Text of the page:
Cooper tries for Federal Way job

"Bainbridge Island Police Chief Bill Cooper is one of 20 applicants being considered for the top cop's job in Federal Way - a position that will likely be filled by year's end.Cooper, who has been Bainbridge's police chief since January 1999, says he doesn't want to leave the island. He may, however - because, in a sense, he was never here.Cooper, 49, who came to Bainbridge from Tumwater, still lives and commutes from his home in neighboring OIympia. He hasn't been able to sell his house there in its more than 16 months on the open market, and can't financially manage a move here until a sale happens.As a result, he has wearied of what has become a two-to-three-hour drive each way over an average of four days a week. "

  • Saturday, October 28, 2000 11:00am
  • News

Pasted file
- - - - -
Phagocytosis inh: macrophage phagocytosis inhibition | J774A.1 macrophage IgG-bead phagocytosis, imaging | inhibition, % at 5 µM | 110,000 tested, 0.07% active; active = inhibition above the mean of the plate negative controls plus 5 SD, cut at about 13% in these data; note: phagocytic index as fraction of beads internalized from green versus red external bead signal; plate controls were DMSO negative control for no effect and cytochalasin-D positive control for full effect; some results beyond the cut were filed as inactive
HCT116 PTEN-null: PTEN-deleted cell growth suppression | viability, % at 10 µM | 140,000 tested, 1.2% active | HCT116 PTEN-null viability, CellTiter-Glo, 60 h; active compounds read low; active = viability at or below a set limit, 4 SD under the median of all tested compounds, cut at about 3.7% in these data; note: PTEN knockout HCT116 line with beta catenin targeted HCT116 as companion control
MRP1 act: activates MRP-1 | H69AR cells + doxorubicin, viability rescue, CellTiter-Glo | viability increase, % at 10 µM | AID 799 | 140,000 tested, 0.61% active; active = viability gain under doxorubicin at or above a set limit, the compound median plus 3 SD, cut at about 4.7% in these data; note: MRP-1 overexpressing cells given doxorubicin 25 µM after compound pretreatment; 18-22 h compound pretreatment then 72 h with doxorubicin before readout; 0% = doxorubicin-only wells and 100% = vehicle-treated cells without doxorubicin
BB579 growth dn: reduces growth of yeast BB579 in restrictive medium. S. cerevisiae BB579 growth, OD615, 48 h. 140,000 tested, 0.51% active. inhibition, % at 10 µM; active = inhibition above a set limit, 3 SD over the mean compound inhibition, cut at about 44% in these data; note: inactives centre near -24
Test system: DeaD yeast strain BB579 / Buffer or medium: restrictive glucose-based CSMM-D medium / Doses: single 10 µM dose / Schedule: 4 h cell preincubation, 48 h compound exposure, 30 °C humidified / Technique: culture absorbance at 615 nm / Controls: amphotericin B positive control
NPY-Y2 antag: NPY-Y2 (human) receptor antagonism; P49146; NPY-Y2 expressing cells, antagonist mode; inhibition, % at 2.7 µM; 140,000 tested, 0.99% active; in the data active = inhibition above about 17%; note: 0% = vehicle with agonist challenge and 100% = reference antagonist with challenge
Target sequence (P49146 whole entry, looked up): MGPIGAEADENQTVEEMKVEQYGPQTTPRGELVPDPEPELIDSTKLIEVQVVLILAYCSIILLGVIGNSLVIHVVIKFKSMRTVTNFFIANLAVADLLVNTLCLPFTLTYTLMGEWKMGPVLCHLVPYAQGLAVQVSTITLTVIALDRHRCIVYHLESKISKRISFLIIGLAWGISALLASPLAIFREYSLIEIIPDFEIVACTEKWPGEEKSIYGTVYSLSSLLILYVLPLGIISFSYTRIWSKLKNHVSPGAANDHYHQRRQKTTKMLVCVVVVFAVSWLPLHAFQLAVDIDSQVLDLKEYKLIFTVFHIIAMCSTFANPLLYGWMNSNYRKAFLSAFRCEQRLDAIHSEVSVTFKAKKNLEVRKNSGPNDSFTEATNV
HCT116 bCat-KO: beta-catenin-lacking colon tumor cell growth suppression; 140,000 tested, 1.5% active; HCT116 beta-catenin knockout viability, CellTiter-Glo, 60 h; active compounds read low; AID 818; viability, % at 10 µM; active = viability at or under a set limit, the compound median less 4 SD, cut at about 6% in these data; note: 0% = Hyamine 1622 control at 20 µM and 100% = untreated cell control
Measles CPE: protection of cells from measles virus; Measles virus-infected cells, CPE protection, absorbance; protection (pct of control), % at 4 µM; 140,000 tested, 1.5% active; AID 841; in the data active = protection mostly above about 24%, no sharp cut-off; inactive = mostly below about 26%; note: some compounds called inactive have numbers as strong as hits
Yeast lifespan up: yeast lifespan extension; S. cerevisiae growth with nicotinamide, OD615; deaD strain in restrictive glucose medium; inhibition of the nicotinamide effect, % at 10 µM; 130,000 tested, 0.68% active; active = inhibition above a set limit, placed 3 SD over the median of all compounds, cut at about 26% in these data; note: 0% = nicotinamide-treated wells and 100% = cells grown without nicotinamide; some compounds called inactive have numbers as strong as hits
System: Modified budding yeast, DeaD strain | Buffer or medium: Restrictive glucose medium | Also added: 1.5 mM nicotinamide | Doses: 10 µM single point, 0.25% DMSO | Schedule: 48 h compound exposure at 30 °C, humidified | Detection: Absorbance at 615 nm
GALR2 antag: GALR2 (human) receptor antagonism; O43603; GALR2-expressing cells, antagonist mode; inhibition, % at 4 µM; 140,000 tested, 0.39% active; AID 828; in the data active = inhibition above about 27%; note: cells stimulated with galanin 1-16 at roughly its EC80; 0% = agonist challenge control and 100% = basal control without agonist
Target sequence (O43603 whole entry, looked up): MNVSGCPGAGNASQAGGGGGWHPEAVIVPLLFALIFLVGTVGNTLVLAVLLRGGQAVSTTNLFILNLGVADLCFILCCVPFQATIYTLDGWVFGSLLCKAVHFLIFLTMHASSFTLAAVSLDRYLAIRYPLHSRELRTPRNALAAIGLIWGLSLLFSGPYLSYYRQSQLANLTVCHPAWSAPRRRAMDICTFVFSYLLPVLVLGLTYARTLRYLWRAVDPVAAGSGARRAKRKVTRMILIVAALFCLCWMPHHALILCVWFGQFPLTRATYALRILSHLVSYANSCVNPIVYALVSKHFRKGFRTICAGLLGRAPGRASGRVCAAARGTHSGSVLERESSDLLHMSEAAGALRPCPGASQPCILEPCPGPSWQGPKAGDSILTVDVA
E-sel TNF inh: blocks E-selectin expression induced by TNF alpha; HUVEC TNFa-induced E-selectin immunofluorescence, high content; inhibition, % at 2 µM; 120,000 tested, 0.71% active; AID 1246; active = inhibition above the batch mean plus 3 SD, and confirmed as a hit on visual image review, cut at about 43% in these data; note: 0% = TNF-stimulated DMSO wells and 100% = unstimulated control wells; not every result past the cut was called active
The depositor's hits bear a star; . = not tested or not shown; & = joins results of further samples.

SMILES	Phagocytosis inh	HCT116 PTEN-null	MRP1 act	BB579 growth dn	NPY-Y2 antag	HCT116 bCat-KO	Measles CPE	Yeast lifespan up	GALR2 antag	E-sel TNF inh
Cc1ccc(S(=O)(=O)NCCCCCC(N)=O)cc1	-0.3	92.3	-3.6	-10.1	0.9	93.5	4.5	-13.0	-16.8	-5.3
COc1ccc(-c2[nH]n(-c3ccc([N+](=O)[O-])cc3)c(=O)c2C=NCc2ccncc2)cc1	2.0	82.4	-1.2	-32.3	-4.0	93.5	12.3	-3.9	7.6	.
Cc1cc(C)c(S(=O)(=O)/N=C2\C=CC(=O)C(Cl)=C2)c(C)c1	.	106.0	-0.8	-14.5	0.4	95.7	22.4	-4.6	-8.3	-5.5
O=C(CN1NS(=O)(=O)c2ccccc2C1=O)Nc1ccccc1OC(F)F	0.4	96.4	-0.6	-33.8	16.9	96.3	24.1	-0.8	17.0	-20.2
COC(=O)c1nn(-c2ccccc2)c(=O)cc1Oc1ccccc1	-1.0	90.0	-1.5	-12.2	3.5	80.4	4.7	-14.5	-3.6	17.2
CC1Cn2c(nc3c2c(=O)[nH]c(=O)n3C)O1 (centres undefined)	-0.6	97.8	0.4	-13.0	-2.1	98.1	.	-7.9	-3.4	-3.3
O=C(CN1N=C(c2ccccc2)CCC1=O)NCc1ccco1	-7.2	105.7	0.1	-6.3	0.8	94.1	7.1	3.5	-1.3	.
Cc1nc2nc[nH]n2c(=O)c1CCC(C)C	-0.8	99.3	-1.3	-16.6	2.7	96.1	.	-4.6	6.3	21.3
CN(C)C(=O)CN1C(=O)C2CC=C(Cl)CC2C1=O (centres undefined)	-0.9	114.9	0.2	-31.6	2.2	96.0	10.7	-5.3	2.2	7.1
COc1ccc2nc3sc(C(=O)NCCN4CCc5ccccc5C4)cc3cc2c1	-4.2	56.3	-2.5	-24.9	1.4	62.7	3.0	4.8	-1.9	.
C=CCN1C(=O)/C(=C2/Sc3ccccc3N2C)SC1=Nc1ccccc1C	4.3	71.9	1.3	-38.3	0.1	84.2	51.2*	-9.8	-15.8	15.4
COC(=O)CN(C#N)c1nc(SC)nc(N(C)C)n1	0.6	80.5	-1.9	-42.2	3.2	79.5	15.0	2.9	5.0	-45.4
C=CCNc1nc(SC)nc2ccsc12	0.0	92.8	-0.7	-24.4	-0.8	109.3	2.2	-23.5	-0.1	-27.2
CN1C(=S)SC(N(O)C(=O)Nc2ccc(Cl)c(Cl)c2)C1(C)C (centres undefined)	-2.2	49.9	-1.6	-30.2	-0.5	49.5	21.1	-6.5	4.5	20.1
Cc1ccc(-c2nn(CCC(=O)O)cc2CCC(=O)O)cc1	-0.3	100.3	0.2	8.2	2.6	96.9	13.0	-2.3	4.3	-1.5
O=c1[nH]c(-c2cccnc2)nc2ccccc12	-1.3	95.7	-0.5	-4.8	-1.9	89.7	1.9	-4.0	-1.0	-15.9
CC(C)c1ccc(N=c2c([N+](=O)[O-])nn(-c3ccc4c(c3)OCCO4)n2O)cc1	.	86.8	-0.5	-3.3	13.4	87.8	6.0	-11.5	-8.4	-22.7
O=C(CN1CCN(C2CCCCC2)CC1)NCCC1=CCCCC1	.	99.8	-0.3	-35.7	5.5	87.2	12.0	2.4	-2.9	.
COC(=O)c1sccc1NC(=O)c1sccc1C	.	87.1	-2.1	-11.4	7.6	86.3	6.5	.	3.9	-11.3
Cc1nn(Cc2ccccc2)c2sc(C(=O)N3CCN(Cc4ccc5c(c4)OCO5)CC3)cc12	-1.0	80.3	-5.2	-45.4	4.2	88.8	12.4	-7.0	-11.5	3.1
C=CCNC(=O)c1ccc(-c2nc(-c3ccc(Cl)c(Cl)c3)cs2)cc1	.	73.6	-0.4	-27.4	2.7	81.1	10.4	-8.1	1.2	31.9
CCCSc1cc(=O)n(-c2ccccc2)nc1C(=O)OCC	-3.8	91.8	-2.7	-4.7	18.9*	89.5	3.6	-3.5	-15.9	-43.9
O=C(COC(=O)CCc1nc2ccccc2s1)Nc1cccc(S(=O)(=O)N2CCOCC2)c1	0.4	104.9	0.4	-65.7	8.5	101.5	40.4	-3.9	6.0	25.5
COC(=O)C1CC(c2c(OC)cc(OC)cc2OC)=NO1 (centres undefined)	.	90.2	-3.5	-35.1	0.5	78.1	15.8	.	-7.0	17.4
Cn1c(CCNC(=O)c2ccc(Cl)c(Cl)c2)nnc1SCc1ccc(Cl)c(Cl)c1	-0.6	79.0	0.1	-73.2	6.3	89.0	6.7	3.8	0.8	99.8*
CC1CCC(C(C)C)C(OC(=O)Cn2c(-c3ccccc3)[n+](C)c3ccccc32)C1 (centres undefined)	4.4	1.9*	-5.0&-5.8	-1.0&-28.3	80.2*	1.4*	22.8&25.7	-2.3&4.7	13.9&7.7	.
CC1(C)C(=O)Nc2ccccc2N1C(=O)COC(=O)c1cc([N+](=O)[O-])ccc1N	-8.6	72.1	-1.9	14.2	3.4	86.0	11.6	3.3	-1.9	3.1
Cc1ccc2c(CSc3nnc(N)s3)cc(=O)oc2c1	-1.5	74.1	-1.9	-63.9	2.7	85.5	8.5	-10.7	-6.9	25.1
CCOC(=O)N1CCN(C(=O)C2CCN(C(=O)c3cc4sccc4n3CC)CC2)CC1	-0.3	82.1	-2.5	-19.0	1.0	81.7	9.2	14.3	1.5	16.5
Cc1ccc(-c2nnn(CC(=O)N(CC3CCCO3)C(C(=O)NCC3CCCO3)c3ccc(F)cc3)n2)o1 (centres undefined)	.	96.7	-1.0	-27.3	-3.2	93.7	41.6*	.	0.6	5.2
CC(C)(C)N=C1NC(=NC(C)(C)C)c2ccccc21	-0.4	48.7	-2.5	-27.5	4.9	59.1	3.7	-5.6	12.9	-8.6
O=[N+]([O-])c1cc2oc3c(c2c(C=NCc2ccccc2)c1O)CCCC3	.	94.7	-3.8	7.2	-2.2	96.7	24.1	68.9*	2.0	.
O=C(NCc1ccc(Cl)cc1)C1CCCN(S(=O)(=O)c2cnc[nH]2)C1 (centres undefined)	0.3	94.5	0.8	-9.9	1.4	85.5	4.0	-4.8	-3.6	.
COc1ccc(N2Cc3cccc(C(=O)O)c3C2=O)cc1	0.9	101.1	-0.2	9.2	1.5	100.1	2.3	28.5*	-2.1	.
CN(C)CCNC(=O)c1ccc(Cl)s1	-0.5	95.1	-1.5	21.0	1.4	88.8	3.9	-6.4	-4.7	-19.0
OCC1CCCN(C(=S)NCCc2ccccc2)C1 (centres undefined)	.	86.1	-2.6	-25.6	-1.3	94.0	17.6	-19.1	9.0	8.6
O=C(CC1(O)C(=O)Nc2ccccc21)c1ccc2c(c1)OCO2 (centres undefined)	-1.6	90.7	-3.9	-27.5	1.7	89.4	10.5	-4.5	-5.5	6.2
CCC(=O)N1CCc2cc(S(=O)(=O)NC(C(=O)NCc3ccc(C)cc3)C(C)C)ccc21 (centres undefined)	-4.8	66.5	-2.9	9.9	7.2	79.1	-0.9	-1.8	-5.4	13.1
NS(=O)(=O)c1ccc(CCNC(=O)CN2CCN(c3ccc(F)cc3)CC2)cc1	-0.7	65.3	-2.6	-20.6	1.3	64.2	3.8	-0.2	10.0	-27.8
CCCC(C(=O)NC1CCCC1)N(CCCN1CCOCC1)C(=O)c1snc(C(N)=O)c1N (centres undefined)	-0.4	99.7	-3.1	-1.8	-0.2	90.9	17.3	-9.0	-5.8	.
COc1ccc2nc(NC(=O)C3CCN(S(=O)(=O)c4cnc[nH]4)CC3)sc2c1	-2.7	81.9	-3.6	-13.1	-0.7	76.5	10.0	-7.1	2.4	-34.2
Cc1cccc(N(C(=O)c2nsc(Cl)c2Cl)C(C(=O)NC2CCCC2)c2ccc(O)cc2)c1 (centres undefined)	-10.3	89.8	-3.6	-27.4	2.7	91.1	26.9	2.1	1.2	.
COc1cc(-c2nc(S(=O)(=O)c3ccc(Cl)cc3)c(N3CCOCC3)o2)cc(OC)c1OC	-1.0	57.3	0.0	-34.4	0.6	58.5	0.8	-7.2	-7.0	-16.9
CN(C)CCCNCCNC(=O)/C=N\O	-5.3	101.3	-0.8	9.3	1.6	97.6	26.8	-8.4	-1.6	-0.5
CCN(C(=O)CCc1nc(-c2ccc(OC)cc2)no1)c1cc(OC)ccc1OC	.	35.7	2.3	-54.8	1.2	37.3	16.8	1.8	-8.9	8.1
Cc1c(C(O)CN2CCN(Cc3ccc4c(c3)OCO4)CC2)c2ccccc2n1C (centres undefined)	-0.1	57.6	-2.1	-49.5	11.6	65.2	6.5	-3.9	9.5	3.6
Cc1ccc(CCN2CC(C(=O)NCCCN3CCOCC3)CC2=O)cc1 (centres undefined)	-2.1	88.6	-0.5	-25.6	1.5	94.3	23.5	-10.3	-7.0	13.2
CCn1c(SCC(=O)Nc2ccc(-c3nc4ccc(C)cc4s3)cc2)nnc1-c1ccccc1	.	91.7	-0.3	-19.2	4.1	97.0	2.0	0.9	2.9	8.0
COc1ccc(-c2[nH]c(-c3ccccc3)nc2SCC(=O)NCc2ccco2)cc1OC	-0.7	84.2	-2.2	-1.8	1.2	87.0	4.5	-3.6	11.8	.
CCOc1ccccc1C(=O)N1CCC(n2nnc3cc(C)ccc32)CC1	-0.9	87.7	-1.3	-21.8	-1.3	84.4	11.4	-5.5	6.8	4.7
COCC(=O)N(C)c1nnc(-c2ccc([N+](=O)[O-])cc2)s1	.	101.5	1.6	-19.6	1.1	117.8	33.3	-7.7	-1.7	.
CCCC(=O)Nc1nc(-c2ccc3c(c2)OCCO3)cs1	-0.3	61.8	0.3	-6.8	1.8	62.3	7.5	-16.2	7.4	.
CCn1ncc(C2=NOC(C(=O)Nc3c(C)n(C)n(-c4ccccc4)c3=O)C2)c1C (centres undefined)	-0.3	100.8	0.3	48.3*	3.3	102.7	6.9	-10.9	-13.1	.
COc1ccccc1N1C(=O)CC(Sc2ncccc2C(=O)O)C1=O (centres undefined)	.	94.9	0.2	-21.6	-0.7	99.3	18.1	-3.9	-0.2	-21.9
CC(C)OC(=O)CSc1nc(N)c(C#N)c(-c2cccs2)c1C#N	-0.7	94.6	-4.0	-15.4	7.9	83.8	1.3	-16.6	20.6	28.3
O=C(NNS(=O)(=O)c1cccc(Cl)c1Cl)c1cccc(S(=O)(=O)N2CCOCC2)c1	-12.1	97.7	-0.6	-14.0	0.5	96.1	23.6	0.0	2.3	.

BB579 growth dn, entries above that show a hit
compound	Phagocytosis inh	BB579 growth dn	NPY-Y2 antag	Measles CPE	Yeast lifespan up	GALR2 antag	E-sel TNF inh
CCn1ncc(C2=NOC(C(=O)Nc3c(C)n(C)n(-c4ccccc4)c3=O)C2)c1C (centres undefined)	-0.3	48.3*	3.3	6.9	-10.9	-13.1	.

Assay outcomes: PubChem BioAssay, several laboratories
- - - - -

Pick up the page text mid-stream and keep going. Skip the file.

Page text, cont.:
“Bainbridge Island Police Chief Bill Cooper is one of 20 applicants being considered for the top cop’s job in Federal Way – a position that will likely be filled by year’s end.Cooper, who has been Bainbridge’s police chief since January 1999, says he doesn’t want to leave the island. He may, however – because, in a sense, he was never here.Cooper, 49, who came to Bainbridge from Tumwater, still lives and commutes from his home in neighboring OIympia. He hasn’t been able to sell his house there in its more than 16 months on the open market, and can’t financially manage a move here until a sale happens.As a result, he has wearied of what has become a two-to-three-hour drive each way over an average of four days a week.My very, very strong position is that I don’t want to leave here. I genuinely like Bainbridge Island, Cooper said. I’m not looking for another job, but I have been approached. What it would do that Bainbridge can’t is get me closer to my family.I’m a human being, and I’m tired.City administration officials have been apprised of Cooper’s possible move, but were unavailable for comment Friday.Two weeks ago, Cooper and his wife agreed they would respond to a solicitation to apply for the job in Federal Way, a 146-member force in a city of 80,000 – the sixth-largest in the state. Last week, he was notified that he had made the first cut, from 72 applicants to 20. In the next week, he’ll submit a series of written essays to the screening committee. If he makes a further cut, he’ll face a series of interviews/interrogations with Federal Way city staffers and community members.While the job represents a move up in prominence, it’s the proximity to Olympia that appeals to Cooper most. He was also recently approached by the city of Kirkland to apply for its police chief’s vacancy – also a move up – but turned it down because moving there would have done nothing to decrease his drive time.He made it clear, however, that it wouldn’t break my heart if he didn’t get the Federal Way job.I have literally everything a chief would wish for in this city, Cooper said. I have the freedom to do things my way, and nothing but support of the city manager and city council – an absolute rarity in this business. I am incredibly proud of this staff and organization.In Federal Way, where the last chief departed under shadowy scandal-tinged circumstances earlier this year, Cooper said there was a risk in seeking a job much more political than this one, he said. I need the freedom to do what needs to be done without political interference, he said. If I don’t get it there, then I walk – simple as that.In his short tenure on Bainbridge, Cooper has completely reorganized the departmental hierarchy, sustaining relatively little turnover in the process. He has also presided over the expansion of the building and a comprehensive upgrade of officers’ equipment, from computers to firearms to uniforms.The people here respect me, he said, and added with a chuckle: And I think most of them might even like me. “

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